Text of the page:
Indeed, it is quite possible that the consumer who begins by specifying an ideal design for his/her own garment might find that the design becomes so popular in the online community that what started as a simple online shopping trip turns into a life-changing business opportunity.
OPEN GARMENTS was based on three key principles which, taken together, encapsulate the way in which the internet is disrupting and transforming traditional business models. The first is the concept of ‘Open Innovation’, in which online communities of customers and businesses collaborate and share knowledge to help improve products. Familiar examples of this in other spheres are Wikipedia or ‘open-source’ software. The second key idea was that of ‘Open Manufacturing’, in which no single manufacturer ‘owns’ the process as in the past. Instead, a flexible network of small production units, from SMEs to micro-units, are geared up for the rapid and flexible fulfilment of small batch-size orders or even single items.
The third component – a ‘Manufacturing Service Provider’ (MSP) – ensures the important behind-the-scenes coordination and management functions. Acting rather like the brain, or central nervous system, of the entire operation, the MSP links consumers and enterprises, providing such things as online ‘toolkits’ for designing and ordering for consumers, as well as ‘back-office’ functionality for the Open Manufacturing network in areas such as accounting, production planning, and order tracking.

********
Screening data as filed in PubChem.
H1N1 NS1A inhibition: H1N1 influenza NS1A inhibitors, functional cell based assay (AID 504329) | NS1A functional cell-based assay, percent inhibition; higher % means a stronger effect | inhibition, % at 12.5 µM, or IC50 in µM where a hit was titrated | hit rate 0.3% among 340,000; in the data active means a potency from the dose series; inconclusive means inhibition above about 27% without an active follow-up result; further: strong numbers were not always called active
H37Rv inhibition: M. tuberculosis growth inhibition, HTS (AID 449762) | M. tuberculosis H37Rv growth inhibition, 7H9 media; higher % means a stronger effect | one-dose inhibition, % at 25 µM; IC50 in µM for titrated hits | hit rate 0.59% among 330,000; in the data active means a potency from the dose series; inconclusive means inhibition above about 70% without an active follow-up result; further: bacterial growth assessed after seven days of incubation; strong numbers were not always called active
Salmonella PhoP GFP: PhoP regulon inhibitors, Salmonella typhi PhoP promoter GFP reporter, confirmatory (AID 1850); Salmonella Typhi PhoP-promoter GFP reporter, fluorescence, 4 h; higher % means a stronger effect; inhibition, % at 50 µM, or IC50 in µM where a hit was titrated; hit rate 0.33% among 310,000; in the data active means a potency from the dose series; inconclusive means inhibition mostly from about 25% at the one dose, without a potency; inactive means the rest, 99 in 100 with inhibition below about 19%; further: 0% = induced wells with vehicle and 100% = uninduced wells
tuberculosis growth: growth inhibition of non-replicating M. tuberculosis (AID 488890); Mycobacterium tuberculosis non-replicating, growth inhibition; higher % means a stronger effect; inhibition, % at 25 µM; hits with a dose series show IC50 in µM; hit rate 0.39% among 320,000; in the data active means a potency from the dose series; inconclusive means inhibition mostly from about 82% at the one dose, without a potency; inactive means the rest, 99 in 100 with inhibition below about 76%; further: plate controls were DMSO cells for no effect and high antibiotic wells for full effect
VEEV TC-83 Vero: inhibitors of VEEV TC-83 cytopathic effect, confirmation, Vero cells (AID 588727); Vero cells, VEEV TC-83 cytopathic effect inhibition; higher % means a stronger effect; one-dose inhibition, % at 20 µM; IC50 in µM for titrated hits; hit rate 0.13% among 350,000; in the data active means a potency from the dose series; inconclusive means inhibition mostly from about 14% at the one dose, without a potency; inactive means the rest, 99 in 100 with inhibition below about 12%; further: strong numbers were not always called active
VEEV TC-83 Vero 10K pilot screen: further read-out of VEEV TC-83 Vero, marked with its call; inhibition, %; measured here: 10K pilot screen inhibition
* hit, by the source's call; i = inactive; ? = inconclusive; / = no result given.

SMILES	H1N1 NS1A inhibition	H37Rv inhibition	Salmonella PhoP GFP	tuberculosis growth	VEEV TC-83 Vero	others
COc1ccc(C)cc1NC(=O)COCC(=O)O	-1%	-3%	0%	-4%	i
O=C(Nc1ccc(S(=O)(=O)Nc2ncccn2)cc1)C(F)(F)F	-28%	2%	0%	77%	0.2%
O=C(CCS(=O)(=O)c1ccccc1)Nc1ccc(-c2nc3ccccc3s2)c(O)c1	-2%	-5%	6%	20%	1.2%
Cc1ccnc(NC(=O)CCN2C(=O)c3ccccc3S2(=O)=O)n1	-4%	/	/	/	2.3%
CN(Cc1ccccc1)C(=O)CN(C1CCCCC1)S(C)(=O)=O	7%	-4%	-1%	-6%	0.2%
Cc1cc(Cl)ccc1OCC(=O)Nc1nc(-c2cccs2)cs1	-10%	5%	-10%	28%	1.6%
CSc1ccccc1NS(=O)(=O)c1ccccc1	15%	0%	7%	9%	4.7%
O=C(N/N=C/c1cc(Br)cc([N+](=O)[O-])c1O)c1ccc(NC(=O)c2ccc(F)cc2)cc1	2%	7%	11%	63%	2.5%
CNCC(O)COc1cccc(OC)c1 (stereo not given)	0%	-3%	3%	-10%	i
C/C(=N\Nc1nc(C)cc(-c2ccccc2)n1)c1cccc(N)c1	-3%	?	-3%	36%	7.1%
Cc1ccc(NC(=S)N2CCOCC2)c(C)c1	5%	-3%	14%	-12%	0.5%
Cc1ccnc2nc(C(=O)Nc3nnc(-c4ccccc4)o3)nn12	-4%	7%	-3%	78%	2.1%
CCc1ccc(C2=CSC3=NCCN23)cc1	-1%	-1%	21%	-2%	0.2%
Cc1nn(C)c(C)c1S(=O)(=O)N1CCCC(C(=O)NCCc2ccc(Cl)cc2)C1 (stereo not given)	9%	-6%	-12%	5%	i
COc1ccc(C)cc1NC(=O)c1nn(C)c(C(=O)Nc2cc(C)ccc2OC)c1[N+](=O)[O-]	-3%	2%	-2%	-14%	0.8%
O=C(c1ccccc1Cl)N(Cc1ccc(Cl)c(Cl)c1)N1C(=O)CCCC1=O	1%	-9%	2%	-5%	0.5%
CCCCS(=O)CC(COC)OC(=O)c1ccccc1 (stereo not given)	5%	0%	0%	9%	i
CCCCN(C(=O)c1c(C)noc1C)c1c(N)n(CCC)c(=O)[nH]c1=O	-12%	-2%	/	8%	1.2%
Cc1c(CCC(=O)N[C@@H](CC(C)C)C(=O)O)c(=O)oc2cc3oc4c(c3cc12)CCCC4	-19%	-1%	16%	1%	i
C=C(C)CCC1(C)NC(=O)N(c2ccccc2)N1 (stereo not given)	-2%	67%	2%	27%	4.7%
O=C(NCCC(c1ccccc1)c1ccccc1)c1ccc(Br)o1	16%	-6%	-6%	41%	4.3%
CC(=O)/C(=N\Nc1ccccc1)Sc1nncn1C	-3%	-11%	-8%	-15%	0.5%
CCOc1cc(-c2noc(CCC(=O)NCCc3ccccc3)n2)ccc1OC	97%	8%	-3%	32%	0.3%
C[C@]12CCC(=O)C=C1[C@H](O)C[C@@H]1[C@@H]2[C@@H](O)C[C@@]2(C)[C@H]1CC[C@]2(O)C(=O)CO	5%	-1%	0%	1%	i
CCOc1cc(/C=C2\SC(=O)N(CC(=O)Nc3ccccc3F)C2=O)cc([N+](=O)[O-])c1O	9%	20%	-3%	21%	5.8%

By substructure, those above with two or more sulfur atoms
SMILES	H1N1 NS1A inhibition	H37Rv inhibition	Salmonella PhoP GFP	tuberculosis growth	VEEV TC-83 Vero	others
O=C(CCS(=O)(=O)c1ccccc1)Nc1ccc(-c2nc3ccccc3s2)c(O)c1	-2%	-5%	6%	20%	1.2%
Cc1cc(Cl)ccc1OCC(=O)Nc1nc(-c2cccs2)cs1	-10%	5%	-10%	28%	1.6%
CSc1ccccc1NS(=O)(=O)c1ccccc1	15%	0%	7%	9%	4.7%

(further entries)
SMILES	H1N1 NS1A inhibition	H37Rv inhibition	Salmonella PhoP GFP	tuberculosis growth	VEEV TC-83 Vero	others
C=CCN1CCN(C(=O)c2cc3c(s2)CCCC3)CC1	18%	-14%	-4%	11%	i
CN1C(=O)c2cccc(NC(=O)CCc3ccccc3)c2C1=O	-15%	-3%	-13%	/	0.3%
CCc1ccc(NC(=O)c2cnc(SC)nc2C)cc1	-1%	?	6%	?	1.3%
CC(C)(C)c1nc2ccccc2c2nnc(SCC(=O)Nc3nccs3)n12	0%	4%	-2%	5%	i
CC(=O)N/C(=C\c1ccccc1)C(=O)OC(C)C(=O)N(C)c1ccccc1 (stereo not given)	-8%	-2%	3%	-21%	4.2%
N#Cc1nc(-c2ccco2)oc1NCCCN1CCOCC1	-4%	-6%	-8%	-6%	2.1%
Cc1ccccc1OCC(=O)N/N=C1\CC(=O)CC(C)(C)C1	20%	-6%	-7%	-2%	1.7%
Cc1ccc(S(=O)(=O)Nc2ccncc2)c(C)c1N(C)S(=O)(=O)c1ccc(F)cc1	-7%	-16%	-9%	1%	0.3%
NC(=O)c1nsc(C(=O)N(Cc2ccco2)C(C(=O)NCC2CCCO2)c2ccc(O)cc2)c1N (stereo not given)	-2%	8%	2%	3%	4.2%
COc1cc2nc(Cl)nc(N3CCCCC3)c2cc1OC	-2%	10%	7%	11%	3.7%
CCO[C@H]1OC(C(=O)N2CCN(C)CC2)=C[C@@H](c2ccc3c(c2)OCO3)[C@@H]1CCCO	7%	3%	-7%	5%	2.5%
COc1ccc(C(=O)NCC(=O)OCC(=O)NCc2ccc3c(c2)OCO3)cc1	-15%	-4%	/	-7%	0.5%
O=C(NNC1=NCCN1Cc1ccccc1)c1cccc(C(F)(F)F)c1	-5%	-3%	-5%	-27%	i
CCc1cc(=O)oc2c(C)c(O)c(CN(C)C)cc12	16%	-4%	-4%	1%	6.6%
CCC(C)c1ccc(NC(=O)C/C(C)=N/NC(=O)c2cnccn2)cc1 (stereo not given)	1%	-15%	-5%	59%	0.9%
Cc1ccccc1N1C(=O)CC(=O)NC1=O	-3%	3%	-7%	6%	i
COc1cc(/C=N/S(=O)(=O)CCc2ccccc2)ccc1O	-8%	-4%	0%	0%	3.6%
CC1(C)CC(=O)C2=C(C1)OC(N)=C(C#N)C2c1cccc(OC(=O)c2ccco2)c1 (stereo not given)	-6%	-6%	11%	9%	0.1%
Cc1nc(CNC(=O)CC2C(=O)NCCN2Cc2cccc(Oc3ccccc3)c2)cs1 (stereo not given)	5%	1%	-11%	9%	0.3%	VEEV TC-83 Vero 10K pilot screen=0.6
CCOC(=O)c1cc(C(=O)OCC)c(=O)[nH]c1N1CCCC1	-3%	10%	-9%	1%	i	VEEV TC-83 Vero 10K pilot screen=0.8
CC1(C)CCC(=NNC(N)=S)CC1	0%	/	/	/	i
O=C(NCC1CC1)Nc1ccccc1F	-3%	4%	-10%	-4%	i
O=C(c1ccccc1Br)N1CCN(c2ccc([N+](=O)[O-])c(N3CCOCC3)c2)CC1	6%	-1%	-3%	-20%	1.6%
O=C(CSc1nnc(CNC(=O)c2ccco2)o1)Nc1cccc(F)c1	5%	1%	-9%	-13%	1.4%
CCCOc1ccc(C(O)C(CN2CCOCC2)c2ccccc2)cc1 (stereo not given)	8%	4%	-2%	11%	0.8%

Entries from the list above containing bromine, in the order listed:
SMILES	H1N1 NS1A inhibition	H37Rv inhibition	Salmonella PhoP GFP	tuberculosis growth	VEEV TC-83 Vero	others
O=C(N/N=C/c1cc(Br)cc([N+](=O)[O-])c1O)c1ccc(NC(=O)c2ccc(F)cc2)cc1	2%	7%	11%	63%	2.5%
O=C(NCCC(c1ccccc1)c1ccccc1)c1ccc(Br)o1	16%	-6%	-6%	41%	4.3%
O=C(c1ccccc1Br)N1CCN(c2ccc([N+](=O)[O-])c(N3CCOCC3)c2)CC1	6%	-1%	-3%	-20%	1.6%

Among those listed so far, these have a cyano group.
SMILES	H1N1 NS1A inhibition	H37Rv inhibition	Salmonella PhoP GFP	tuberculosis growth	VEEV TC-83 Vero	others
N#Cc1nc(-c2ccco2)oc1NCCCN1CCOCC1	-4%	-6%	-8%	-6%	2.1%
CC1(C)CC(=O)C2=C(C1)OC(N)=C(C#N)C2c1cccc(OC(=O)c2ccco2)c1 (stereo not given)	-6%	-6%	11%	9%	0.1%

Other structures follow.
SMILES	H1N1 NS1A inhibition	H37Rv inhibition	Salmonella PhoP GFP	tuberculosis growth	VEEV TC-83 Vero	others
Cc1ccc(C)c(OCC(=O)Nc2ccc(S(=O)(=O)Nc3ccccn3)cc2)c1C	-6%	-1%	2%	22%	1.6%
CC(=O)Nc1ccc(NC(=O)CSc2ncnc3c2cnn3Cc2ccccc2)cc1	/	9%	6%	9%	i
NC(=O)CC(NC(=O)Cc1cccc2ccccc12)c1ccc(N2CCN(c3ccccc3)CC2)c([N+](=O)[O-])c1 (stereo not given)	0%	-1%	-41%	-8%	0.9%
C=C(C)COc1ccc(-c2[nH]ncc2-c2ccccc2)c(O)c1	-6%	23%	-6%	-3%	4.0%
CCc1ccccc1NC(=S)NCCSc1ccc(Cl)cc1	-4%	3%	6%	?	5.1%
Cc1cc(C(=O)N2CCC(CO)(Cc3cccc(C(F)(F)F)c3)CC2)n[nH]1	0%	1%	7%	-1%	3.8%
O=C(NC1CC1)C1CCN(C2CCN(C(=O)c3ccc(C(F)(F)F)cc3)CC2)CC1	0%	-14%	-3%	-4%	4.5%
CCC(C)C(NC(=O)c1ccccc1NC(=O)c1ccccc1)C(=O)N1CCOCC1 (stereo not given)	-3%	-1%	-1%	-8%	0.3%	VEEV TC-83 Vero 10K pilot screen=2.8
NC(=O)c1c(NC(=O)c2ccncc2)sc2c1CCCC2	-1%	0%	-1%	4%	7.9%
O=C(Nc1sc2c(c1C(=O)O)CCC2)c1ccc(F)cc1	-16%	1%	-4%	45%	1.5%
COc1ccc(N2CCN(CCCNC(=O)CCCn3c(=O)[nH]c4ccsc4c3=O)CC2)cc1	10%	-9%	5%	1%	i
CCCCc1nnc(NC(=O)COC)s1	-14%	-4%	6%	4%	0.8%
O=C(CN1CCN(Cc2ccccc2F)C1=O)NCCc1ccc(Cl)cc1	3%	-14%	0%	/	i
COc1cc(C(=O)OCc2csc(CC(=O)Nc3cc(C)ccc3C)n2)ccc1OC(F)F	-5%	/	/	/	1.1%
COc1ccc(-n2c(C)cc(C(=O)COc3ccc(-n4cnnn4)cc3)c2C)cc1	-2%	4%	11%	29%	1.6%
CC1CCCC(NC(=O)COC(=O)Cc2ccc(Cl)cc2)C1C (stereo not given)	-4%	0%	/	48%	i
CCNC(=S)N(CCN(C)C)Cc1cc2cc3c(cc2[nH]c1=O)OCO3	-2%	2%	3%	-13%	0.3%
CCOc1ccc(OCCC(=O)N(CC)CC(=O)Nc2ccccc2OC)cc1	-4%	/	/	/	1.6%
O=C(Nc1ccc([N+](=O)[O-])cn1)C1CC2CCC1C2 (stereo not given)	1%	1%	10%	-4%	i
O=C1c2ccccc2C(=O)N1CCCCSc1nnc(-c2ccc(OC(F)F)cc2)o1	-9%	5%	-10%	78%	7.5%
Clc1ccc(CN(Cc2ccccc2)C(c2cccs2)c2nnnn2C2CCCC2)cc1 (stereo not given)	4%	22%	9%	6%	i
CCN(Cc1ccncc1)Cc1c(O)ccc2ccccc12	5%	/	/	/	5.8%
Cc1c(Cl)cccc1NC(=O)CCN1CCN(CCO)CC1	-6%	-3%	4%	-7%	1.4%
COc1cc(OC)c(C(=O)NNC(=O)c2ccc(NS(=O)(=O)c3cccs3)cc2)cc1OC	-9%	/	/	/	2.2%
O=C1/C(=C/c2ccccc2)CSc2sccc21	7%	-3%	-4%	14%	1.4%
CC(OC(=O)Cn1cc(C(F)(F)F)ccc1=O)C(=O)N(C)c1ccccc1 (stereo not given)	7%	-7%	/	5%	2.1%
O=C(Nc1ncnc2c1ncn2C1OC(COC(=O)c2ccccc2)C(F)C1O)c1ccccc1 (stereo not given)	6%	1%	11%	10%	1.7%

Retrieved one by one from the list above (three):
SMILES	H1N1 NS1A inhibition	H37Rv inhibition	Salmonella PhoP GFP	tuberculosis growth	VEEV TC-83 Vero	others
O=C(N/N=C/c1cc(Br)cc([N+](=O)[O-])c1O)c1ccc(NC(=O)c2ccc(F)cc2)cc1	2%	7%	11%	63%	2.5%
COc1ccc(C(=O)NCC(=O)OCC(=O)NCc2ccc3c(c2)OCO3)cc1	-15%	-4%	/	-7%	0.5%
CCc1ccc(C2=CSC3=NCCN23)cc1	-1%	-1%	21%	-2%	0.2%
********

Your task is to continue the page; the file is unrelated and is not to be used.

“In essence,” says the project manager, Dieter Stellmach of Deutsche Institute für Textil- und Faserforschung Denkendorf, “OPEN GARMENTS realised the powerful potential of combining social and organisational networks.”
But it was this very networking capability which also provided the project’s key challenges. Whereas traditional clothing manufacture has taken place in large-scale, monolithic, continuous-production factories, the dispersal and fragmentation of the process between large numbers of networked participants required a radically new way of working.
How to achieve accurate digital printing of the clothes was one issue that had to be faced. “We all know,” explains Mr Stellmach, “how the colours of an image on a smartphone look different when printed on paper. That problem is even more complex when printing textiles. Different fabrics take ink in different ways. In addition, because fabrics, unlike paper, tend to absorb liquid ink, they can stretch or shrink as a result.” Clearly, getting this right was vital if customers were to receive the garments they had actually ordered. OPEN GARMENTS team successfully developed a prototype method for ensuring accurate printing.
Other breakthroughs included a prototype garment ‘configurator’, to allow customers to design their items, a prototype system for ensuring the correct sizing of garments more reliably than by simply asking customers to measure themselves, as well as a prototype network of ‘microplants’ to carry out the various stages of manufacture such as printing, cutting and sewing.
“While work still needs to be done to perfect the system,” says Mr Stellmach, “most of the components are now ready and we can expect to see the OPEN GARMENTS model in commercial operation in the foreseeable future.”